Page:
I was reminded of a book I read years ago when I sat on Laura and Erma’s deck—Margaret Craven’s I Heard the Owl Call My Name—a story of a call to life, love, a recognition and acceptance of the call to death. Having made a no-whine vow, I was holed up in my condo Saturday night and most of Sunday, watching hours of French movies. (I recommend In the House.) Laura and Erma issued an invitation to dinner, to pull me away from myself, since Sunday was the sixth anniversary of my husband Charles’s death. I was reminded of that book, as I felt something flutter against my body and heard Erma say, “Missy, a woodpecker landed on your shoulder.”
I drove home, wondering what the flutter of the woodpecker might portend. Was it a nudge? A summons, like the owl’s, to death? I’m more predisposed to think omens than amens—felt some excitement that this had happened on my very personal memorial day.
I emailed a dear friend who immediately was intrigued enough by the flutter of the woodpecker to search for symbolism. She responded with this and this, telling me that the woodpecker signifies balance, opportunity, progress, and determination.
Next morning, she wrote:
Right before I went to sleep I was thinking about what a rare event that was. It must be incredibly rare for a bird to land on a person. They just don’t do that. They poop on people, they may swoop at them to get them away from their nests, but they simply don’t land on them. I’ve never heard of that happening. At some ancient, primal level, it has tremendous significance. It makes me very excited. Triple excited because it happened on May 25.
My stream of consciousness has overflowed for several days now with thoughts of Charles, of my brother Mark who acknowledged Memorial Day by posting on Facebook photographs of his son Chase who was killed in Iraq, the comments I find so troubling that followed these pictures: “He’s in a better place” and “I’d be so proud,” war, war, war, the troop drawdown in Afghanistan for Obama’s pledge of military forces to other areas around the world, all those whose lives have been destroyed by US invasion and occupation, the flutter of the woodpecker, and yet another death spree by a young man whose message is one that’s commonplace.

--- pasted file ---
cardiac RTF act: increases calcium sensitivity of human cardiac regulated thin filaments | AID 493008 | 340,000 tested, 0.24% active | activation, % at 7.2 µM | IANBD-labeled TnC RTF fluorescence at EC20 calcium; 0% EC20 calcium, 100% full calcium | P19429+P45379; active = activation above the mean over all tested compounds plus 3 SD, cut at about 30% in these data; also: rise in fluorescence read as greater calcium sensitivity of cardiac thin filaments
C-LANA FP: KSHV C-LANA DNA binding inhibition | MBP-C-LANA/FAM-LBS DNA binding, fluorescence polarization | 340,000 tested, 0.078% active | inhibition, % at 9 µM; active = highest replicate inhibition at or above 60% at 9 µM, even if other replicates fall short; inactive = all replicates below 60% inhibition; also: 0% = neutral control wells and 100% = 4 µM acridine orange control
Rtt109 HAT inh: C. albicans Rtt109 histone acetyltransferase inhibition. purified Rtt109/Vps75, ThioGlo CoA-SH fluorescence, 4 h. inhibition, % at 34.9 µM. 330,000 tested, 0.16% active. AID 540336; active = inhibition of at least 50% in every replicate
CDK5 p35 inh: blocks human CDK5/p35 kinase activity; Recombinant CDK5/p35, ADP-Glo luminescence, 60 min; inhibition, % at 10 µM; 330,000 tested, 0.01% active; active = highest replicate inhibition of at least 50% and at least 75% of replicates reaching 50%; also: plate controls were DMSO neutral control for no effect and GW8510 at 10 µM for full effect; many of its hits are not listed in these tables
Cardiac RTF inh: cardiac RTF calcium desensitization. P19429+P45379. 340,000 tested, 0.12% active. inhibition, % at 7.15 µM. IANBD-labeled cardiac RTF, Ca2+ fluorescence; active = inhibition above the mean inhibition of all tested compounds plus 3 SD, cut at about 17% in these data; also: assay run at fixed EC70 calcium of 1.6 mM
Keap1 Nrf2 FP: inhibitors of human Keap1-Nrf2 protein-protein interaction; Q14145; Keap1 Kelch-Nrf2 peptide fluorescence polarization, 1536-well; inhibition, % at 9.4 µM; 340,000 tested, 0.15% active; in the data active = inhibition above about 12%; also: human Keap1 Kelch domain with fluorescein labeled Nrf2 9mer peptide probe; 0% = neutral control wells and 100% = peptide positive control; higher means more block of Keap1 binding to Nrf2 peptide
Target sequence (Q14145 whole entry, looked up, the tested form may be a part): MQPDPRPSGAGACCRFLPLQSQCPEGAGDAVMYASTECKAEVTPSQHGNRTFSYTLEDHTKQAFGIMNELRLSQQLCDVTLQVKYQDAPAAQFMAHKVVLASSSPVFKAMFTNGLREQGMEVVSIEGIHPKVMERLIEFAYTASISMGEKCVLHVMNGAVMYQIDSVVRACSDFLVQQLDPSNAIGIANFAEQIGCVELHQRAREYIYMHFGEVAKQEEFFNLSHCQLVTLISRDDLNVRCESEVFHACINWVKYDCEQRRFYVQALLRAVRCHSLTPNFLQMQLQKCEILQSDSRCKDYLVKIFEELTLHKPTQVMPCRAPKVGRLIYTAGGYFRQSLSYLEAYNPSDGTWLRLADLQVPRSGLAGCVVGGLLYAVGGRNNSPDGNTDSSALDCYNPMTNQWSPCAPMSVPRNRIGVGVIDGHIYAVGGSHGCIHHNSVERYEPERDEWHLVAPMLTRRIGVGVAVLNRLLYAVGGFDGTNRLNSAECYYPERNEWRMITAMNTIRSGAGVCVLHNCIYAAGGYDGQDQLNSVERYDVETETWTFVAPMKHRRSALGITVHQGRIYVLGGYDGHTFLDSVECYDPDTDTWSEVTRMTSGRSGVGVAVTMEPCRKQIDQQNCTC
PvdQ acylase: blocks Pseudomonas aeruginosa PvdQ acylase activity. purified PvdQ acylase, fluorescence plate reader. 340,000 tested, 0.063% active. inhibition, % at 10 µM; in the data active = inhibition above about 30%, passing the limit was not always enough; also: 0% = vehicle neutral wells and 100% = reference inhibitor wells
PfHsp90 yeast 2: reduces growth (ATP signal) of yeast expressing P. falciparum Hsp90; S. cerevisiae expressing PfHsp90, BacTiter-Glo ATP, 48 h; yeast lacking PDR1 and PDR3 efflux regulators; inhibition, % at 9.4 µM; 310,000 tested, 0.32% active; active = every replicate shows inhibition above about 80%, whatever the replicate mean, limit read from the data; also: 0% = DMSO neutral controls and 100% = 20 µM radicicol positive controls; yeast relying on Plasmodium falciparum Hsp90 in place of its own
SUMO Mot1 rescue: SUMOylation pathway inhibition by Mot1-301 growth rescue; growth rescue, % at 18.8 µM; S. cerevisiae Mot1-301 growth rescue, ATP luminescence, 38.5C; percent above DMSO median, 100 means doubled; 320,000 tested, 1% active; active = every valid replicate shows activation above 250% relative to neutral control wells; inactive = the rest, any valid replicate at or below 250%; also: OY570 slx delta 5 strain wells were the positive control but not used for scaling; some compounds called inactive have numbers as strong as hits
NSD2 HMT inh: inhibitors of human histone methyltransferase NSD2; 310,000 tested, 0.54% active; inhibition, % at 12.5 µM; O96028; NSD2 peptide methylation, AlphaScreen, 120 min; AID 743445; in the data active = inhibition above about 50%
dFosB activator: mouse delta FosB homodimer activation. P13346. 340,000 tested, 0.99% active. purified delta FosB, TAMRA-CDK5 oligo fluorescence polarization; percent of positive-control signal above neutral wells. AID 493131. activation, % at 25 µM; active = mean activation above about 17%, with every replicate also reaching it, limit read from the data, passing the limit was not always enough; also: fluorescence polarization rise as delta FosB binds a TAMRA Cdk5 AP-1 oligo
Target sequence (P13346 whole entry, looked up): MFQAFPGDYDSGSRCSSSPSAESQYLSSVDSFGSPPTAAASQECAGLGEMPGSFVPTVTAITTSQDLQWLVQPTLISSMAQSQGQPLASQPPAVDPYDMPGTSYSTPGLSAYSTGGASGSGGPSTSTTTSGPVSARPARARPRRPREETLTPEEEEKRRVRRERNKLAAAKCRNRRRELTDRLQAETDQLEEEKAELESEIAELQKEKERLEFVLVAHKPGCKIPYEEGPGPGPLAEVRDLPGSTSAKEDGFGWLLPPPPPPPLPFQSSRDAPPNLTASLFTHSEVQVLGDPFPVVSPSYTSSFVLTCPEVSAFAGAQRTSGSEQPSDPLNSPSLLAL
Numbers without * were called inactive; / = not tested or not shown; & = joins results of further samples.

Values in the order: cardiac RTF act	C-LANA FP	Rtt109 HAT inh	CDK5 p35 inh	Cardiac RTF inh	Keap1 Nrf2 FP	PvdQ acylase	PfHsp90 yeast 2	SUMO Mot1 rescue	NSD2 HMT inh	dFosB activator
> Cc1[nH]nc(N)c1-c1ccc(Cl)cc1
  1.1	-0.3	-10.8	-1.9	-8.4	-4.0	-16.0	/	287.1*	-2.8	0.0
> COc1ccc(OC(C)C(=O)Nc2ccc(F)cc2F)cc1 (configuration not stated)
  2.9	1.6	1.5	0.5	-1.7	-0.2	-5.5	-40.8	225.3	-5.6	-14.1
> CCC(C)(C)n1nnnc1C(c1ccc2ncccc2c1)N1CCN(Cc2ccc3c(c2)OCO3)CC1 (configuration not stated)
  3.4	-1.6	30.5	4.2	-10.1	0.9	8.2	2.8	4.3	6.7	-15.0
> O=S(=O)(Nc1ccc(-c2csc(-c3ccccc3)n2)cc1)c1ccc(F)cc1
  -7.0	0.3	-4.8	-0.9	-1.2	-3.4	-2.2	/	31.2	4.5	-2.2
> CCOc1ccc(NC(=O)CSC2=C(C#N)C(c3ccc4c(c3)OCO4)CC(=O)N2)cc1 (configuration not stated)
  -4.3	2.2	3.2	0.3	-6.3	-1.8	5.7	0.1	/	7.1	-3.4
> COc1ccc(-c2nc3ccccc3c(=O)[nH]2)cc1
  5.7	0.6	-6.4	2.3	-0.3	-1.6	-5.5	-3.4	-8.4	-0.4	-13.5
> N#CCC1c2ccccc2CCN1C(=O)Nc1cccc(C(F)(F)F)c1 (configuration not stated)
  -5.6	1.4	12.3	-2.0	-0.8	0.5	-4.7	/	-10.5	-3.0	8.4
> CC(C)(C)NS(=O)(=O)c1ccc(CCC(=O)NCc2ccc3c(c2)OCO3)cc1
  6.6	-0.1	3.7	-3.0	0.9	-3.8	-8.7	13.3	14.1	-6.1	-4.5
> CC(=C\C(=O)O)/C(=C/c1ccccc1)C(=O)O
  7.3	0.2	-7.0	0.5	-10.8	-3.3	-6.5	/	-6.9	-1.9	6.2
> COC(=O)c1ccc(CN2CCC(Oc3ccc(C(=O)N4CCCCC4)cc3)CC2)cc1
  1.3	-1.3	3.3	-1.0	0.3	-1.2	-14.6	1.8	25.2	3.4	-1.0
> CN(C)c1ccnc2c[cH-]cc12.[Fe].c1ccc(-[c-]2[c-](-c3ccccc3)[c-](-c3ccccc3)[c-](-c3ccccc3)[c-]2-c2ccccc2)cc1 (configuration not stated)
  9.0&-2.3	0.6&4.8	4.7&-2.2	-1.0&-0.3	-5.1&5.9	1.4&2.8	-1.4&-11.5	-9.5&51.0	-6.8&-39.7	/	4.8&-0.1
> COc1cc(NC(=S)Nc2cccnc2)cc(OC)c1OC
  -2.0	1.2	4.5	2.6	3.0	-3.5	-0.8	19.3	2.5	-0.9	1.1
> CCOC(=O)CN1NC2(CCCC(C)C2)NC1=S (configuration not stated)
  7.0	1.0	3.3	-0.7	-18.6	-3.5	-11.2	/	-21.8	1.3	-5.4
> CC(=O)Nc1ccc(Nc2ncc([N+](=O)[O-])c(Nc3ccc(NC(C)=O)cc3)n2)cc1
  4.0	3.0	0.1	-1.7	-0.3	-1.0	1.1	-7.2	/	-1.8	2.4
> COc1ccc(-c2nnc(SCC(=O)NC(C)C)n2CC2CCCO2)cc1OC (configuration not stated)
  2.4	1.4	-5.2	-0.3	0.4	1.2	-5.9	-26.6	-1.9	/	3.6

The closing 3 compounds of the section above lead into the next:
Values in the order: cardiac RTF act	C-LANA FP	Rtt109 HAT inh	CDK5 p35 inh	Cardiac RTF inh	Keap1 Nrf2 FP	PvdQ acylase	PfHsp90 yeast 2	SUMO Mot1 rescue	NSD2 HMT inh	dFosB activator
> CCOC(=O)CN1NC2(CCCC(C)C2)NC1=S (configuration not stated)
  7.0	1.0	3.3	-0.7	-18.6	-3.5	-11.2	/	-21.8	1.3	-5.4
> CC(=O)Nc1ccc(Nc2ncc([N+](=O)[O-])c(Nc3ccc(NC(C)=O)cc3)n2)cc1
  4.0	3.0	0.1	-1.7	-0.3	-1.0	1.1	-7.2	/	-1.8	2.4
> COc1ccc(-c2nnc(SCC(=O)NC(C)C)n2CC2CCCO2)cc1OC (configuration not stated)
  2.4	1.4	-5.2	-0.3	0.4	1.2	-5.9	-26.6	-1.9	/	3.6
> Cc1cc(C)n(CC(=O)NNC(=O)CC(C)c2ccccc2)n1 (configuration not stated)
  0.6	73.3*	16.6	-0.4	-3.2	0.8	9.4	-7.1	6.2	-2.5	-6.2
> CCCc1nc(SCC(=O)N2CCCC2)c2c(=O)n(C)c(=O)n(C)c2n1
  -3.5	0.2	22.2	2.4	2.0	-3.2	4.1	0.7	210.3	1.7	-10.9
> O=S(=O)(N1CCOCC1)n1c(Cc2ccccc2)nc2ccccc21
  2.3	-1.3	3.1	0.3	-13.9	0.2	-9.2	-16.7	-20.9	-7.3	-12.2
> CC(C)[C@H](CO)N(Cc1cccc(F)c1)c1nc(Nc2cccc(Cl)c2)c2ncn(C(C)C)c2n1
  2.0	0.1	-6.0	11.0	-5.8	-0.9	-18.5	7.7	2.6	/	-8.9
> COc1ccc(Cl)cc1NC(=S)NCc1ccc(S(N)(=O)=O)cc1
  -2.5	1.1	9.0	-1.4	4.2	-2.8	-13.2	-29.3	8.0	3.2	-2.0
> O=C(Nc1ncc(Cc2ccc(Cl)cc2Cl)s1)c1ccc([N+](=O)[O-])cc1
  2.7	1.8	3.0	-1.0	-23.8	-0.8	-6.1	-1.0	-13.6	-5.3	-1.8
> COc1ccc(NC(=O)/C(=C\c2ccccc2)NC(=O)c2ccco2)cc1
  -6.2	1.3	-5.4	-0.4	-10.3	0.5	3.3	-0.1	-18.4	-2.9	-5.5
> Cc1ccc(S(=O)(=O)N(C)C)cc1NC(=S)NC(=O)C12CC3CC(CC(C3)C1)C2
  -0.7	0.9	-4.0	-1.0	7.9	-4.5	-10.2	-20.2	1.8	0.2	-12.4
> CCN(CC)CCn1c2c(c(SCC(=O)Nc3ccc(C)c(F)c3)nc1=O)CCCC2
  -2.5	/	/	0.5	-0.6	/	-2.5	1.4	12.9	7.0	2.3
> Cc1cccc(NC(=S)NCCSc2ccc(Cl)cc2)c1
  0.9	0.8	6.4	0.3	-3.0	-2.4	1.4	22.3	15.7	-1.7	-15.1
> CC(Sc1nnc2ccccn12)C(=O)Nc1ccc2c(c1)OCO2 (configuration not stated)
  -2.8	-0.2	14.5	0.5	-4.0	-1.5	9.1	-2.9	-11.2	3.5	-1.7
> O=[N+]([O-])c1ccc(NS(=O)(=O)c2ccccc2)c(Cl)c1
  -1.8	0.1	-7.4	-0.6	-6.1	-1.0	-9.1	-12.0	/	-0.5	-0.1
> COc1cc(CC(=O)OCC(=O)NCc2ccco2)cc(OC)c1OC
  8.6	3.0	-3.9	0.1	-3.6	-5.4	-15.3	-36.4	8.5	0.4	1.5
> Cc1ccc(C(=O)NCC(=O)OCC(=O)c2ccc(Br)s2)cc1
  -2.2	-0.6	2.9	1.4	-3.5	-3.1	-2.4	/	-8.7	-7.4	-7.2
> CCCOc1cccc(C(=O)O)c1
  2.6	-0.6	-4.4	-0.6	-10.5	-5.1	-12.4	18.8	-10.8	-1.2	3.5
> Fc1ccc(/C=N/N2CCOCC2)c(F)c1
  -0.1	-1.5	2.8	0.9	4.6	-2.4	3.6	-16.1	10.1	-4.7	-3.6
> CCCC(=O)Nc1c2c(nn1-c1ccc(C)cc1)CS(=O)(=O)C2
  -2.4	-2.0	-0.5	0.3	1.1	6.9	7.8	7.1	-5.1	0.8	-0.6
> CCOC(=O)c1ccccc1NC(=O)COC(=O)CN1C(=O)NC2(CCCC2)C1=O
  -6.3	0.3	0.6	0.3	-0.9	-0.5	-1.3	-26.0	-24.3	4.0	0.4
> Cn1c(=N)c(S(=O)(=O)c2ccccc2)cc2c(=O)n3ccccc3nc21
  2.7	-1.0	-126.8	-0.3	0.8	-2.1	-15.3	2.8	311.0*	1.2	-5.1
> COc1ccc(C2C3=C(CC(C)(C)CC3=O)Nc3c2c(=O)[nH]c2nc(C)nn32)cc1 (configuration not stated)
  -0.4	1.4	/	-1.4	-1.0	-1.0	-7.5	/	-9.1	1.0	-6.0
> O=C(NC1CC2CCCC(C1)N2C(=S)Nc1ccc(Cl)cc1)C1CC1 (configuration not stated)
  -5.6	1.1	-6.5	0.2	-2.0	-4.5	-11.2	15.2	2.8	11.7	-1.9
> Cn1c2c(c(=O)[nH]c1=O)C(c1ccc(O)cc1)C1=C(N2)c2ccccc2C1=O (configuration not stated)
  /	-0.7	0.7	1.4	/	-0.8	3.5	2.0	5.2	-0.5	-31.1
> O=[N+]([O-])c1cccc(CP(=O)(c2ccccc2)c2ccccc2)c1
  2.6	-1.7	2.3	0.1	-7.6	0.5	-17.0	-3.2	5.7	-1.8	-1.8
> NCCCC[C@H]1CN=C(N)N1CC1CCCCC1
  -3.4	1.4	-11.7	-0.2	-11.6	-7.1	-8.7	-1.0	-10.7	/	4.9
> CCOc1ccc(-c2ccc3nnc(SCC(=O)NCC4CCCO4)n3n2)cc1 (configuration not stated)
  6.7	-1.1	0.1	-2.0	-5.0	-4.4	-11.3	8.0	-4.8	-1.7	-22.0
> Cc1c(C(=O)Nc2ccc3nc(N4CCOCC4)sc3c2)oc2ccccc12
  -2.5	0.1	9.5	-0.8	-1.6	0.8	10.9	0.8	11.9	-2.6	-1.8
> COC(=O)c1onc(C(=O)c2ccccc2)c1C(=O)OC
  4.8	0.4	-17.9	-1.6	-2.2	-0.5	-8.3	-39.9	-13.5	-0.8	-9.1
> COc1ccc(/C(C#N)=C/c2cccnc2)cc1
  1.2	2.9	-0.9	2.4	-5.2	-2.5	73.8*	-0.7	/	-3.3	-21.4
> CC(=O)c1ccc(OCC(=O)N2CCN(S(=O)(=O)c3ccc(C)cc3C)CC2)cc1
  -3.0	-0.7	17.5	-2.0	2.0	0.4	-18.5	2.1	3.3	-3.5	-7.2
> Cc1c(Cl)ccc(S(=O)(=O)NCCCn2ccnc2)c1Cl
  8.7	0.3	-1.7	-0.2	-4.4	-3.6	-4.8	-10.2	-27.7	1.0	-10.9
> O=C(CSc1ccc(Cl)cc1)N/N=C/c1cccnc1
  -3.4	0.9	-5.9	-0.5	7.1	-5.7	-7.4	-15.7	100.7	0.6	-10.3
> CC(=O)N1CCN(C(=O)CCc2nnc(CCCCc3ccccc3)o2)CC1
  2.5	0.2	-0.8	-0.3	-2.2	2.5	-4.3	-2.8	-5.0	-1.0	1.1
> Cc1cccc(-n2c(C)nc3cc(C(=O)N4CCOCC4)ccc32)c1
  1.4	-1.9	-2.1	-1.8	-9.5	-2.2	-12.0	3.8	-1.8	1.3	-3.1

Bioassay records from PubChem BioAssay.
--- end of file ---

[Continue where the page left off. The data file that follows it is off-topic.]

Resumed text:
I accept Charles’s death, although I wish he’d been with me longer, healthy, here now to see his grandson. “I’ve had a wonderful life,” he said, the day before he died. The flutter of the woodpecker is mystifying and quite spectacular, visiting on May 25.
Among the mainstream media “Top Stories”: “Isla Vista rampage suspect’s struggles didn’t prevent gun buying” and “Kim Kardashian and her Family Wore ‘Millions of Dollars Worth’ of jewelry”. Interesting combo, in light of selections from Rodger’s email (“My Twisted World”) to his parents, his therapist, and a TV station: “Wealth is one of the most important defining factors of self-worth and superiority” and “I had to be ruthless, and do whatever it takes to attain such wealth.”
In online forums, video posts, and an email “manifesto”, Rodger spewed tirades of misogyny, male entitlement, racism, hatred for guys who get the girls, hatred for just about everyone. He expressed his exceptionalism. Here’s an excerpt from his “retribution” YouTube:
… I am going to enter the hottest sorority house at UCSB and I will slaughter every single spoiled, stuck-up, blond slut I see inside there. All those girls I’ve desired so much. They have all rejected me and looked down on me as an inferior man if I ever made a sexual advance toward them, while they throw themselves at these obnoxious brutes. I’ll take great pleasure in slaughtering all of you. You will finally see that I am, in truth, the superior one. The true alpha male. Yes… After I have annihilated every single girl in the sorority house I will take to the streets of Isla Vista and slay every single person I see there. All those popular kids who live such lives of hedonistic pleasure…
On the day of the murders, Rodger began by killing three males in his apartment and then targeted representations of all he believed had slighted him. Like US Empire, Rodger struck. He just used a Glock, two SIG Sauer pistols, a knife, possibly a machete and a hammer, and BMW as weapons—instead of drones.
I want the woodpecker to tap a message to the owl. And then hear the owl call Exceptionalism’s name.
Missy Beattie has written for National Public Radio and Nashville Life Magazine. She was an instructor of memoirs writing at Johns Hopkins’ Osher Lifelong Learning Institute in Baltimore. Email: firstname.lastname@example.org